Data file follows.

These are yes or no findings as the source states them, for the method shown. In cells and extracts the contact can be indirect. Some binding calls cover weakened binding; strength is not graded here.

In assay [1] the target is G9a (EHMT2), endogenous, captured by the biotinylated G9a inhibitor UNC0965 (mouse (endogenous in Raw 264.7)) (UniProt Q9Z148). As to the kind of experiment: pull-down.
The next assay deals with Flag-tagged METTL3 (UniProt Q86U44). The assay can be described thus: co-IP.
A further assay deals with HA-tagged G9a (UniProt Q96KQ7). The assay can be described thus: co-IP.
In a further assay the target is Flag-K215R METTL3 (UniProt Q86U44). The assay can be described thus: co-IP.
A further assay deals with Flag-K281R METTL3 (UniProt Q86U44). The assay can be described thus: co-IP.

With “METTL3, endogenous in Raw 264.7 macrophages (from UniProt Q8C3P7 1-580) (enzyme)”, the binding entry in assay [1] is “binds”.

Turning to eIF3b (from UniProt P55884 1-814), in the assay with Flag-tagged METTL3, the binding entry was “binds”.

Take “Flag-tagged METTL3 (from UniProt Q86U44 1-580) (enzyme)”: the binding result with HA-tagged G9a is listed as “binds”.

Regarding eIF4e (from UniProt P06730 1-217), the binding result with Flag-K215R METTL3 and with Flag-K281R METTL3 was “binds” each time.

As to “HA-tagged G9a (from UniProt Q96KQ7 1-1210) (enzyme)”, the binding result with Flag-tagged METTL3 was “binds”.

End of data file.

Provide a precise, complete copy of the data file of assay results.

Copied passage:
These are yes or no findings as the source states them, for the method shown. In cells and extracts the contact can be indirect. Some binding calls cover weakened binding; strength is not graded here.

In assay [1] the target is G9a (EHMT2), endogenous, captured by the biotinylated G9a inhibitor UNC0965 (mouse (endogenous in Raw 264.7)) (UniProt Q9Z148). As to the kind of experiment: pull-down.
The next assay deals with Flag-tagged METTL3 (UniProt Q86U44). The assay can be described thus: co-IP.
A further assay deals with HA-tagged G9a (UniProt Q96KQ7). The assay can be described thus: co-IP.
In a further assay the target is Flag-K215R METTL3 (UniProt Q86U44). The assay can be described thus: co-IP.
A further assay deals with Flag-K281R METTL3 (UniProt Q86U44). The assay can be described thus: co-IP.

With “METTL3, endogenous in Raw 264.7 macrophages (from UniProt Q8C3P7 1-580) (enzyme)”, the binding entry in assay [1] is “binds”.

Turning to eIF3b (from UniProt P55884 1-814), in the assay with Flag-tagged METTL3, the binding entry was “binds”.

Take “Flag-tagged METTL3 (from UniProt Q86U44 1-580) (enzyme)”: the binding result with HA-tagged G9a is listed as “binds”.

Regarding eIF4e (from UniProt P06730 1-217), the binding result with Flag-K215R METTL3 and with Flag-K281R METTL3 was “binds” each time.

As to “HA-tagged G9a (from UniProt Q96KQ7 1-1210) (enzyme)”, the binding result with Flag-tagged METTL3 was “binds”.